5.“Twenty First Century Capitalism,” chapter 17 in Nathan K. Lewis, Gold: The Monetary Polaris (New Berlin, NY: Canyon Maple Publishing, 2013), 271–80.

6.“Estimates by several analysts show that China’s gold imports are heading for an annual total of close to 2,100 tonnes” compared to previous leader India’s 1000 tons. Taki Tsaklanos, “China and India Hoarding Massive Amounts of Gold,” Financial Sense, January 18, 2015.

7.Stockman, “The Great China Ponzi.”

8.Charles Gave et al., Our Brave New World (Hong Kong: Gavekal Research, 2005), 74 and passim. Since 2005, Chinese urban incomes have soared again.


1.Peter Schiff, The Real Crash: America’s Coming Bankruptcy (New York, NY: St. Martin’s Press, 2012).

2.Eswar S. Prasad, The Dollar Trap: How the U.S. Dollar Tightened Its Grip on Global Finance (Princeton, NJ: Princeton University Press, 2014), 18 and passim.

3.Paul Krugman, End This Depression Now (New York, NY: W. W. Norton, 2012).



6.Robert J. Gordon, “Is U.S. Economic Growth Over? Faltering Innovation Confronts the Six Headwinds,” working paper no. 18315, National Bureau of Economic Research, August 2012. See also Lawrence Summers, “U.S. Economic Prospects: Secular Stagnation, Hysteresis, and the Zero Lower Bound,” keynote address, National Association of Business Economists’ Policy Conference, February 24, 2014, which focuses on the impotence of expansionary monetary policy when interest rates approach zero.

7.Peter Thiel with Blake Masters, Zero to One: Notes on Startups, or How to Build the Future (New York, NY: Crown Business, 2014), 193. For my time-sensitive money, this is the most original and interesting book ever written on business strategy. (Its chief rival is the more technical Innovators’ Dilemma by Clayton Christensen.)

8.Nassim Nicholas Taleb and Mark Spitznagel, “The Great Bank Robbery,” Global Public Square, CNN, October 2011.

9.David Malpass, speech to the Needham Growth Conference, New York, January 15, 2015. As Malpass points out, zero interest rates mean free money, and “when anything is free it is allocated by queue and only the privileged folk at the front of the line get any.”

10.Charles Gave, “Poverty Matters for Capitalists,” GavekalDragonomics (Hong Kong: Gavekal Global Research, July 9, 2014), 1–6.


1.Michael Lewis, Flash Boys: A Wall Street Revolt (New York, NY: W. W. Norton, 2014).

2.Sir John Craig, The Mint (Cambridge: Cambridge University Press, 1953), 198 and passim.

3.Nick Gillespie, “FreedomFest Interview with George Gilder,” ReasonTV, August 12, 2014.

4.These themes are the subject of Knowledge and PowerThe Information Theory of Capitalism and How It Is Revolutionizing Our World (Washington, DC: Regnery, 2013).

5.Kwasi Kwarteng, War and Gold: A 500-Year History of Empires, Adventures, and Debt (New York, NY: PublicAffairs, 2014), 361–62.

6.“The World’s Experience with Gold Standard Systems,” chapter 5 in Nathan K. Lewis, Gold: The Monetary Polaris (New Berlin, NY: Canyon Maple Publishing, 2013).

7.“How We Got Here,” chapter 1 in Steve Forbes and Elizabeth Ames, Money: How the Destruction of the Dollar Threatens the Global Economy—and What We Can Do about It (New York, NY: McGraw Hill, 2014), 7–24.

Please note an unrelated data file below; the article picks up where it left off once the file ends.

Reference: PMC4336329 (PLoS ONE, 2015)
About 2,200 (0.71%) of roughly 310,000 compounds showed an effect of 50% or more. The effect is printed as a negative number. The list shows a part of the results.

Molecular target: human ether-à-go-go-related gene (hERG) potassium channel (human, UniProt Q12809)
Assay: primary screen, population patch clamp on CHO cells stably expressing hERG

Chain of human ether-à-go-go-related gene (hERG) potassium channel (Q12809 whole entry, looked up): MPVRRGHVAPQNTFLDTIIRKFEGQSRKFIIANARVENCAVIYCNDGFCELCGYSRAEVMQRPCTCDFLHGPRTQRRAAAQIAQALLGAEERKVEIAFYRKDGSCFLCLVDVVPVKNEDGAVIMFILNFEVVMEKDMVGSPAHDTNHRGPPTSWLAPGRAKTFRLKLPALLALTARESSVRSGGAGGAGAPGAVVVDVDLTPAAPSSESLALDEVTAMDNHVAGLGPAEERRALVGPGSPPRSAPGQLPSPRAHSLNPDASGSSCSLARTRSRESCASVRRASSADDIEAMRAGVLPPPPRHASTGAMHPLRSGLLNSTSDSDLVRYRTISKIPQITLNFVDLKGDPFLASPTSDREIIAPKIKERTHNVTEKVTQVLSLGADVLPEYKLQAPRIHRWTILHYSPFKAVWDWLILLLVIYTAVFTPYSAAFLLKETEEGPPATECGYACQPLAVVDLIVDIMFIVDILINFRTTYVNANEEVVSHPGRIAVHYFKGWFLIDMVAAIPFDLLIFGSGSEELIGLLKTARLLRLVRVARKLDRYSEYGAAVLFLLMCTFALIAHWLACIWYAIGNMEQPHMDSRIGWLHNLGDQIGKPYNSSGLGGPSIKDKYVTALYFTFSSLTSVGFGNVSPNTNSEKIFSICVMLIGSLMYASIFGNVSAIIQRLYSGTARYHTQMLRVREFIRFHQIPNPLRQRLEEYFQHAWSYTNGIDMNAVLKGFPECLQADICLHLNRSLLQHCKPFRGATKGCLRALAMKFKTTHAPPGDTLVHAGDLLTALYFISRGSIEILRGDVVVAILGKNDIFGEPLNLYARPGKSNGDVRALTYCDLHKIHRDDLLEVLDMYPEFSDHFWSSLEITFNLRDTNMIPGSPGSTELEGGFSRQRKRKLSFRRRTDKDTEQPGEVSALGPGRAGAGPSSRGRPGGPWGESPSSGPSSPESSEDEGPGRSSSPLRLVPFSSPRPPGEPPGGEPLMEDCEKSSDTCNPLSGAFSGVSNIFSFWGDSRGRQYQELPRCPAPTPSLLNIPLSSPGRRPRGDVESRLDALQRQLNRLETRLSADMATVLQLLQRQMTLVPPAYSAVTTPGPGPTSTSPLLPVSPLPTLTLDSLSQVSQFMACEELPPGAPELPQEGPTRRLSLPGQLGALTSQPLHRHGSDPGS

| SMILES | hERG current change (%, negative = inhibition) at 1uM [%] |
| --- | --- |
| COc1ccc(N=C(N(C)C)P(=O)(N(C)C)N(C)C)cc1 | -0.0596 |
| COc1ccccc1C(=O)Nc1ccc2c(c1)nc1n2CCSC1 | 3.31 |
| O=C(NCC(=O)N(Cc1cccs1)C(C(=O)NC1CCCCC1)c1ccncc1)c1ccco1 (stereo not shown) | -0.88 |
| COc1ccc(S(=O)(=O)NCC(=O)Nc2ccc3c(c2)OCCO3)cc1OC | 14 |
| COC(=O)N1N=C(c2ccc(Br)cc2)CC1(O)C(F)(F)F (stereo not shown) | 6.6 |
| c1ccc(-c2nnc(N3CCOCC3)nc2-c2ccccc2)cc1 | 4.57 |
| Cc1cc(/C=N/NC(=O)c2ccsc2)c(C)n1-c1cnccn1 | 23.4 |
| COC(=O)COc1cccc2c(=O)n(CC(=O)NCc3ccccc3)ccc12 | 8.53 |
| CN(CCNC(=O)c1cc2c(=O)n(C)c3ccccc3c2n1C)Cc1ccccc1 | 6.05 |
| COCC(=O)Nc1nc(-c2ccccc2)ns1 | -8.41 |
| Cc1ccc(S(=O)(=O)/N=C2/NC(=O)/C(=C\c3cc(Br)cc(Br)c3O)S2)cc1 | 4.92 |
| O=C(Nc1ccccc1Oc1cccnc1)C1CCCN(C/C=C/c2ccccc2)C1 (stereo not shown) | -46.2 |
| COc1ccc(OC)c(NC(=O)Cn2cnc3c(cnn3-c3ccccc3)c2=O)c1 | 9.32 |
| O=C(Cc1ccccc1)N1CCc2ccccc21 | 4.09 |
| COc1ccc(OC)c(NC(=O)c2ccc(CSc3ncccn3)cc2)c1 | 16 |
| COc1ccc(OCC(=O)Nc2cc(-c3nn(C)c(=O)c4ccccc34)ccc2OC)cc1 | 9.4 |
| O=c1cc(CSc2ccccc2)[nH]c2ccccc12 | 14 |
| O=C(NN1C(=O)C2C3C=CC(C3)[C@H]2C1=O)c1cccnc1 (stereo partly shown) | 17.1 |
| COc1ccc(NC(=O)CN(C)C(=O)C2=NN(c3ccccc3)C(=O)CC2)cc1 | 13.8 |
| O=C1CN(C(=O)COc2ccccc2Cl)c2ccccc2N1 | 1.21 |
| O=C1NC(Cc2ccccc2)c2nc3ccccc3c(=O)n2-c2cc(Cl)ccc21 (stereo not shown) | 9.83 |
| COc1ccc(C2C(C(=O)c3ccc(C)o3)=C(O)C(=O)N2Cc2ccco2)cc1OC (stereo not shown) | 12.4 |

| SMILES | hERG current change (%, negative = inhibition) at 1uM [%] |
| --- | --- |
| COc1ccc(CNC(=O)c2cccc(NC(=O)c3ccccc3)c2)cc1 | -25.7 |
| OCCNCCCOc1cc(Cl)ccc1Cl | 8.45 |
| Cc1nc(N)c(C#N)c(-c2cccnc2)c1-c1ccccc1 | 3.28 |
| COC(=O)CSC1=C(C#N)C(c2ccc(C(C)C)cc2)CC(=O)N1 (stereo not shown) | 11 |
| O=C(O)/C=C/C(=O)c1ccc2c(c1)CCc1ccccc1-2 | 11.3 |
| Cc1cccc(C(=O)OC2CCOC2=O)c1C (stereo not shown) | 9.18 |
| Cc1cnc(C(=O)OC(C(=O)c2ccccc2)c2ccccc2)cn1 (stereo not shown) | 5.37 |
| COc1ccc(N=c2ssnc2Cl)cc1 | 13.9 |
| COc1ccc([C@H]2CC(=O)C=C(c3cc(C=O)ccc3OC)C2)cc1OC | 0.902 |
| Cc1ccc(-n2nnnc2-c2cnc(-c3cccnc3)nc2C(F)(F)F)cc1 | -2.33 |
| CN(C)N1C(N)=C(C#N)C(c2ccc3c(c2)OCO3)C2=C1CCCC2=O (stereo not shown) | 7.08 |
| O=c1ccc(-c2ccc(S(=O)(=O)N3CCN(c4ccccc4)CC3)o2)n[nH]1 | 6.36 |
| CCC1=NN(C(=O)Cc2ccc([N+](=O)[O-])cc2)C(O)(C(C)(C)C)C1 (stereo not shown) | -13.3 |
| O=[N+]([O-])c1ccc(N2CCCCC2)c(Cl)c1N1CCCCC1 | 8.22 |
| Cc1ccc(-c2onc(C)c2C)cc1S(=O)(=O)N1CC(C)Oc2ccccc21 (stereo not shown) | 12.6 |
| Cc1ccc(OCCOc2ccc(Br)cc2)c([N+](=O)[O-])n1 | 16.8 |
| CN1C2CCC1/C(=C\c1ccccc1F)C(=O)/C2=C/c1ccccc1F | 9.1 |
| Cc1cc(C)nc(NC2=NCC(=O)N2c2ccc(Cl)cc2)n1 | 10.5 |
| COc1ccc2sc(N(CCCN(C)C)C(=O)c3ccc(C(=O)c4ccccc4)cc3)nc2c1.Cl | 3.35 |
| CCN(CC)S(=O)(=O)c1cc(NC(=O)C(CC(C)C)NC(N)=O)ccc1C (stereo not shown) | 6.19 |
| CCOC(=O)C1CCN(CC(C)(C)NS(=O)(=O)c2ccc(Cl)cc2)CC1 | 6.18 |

8.Lewis, Gold.

9.Takashi Kiuchi, The Terra TRC White Paper, originally published February 27, 2004, and subsequently updated. These numbers are tabulated every three years by the Bank for International Settlements.

10.IDC Financial Insights, Worldwide Banking IT Spending Guide (Farmingham, MA: IDC Corporate USA).

11.“The United States’ Experience with Gold Standard Systems,” chapter 3 in Lewis, Gold, 64–85.


1.“Twenty-First Century Capitalism,” chapter 17 in Nathan K. Lewis, Gold: The Monetary Polaris (New Berlin, NY: Canyon Maple Publishing, 2013), 271–80.

2.“E-Commerce Speeds Up, Hits Record High Share of Retail Sales,” MarketWatch (blog), August 15, 2014,

3.Susan Vranica, “The Secret about On-Line Ad Traffic, One-Third is Bogus,” Wall Street Journal, March 23, 2014,

4.Nick Szabo, “Macroscale Replicator,” October 19, 1995.

5.Szabo’s blog, Unenumerated, is published online by All the quotations here are from the Unenumerated archive.

6.Richard Vigilante, personal communication.


1.Ferdinando M. Ametrano, “Hayek Money: The Cryptocurrency Price Stability Solution,” Social Science Research Network, revised July 5, 2015,, 54. Ametrano’s paper was shortlisted as a finalist for the Blockchain Awards, category Visionary Academic Paper, at the Bitcoin Foundation Conference 2014, but it lost to Nakamoto’s original breakthrough paper.

2.Ibid., 5–6.

3.Ibid., 10.

4.Ibid., 20; and Friedrich A. Hayek, Denationalization of Money—The Argument Refined, 3rd ed. (London: The Institute of Economic Affairs, 1990).

5.Ametrano, “Hayek Money,” 20.

6.Ametrano, presentation to the Central Bank of Italy, June 9, 2014.

7.George Gilder, Telecosm: The World after Bandwidth Abundance (New York, NY: Simon & Schuster, 2002).

8.Board of Governors of the Federal Reserve System, “Current FAQs: Informing the Public about the Federal Reserve,”

9.Richard Vigilante, personal communication.

10.Hayek, “A Free-Market Monetary System,” lecture at the Gold and Monetary Conference, New Orleans, LA, November 10, 1977, Journal of Libertarian Studies 3, no. 1.

11.Satoshi Nakamoto, “Bitcoin: A Peer-to-Peer Electronic Cash System,”, 2008.

12.George Sammon, speech to CoinAgenda, Las Vegas, October 2014.


1.Thomas Piketty, Capital in the Twenty-First Century (Cambridge, MA: Harvard University, Belknap Press, 2014).

2.“The Scandal of Money,” chapter 12 in George Gilder, Knowledge and Power: The Information Theory of Capitalism and How It Is Revolutionizing Our World (Washington, DC: Regnery Publishing, 2013), 113–23.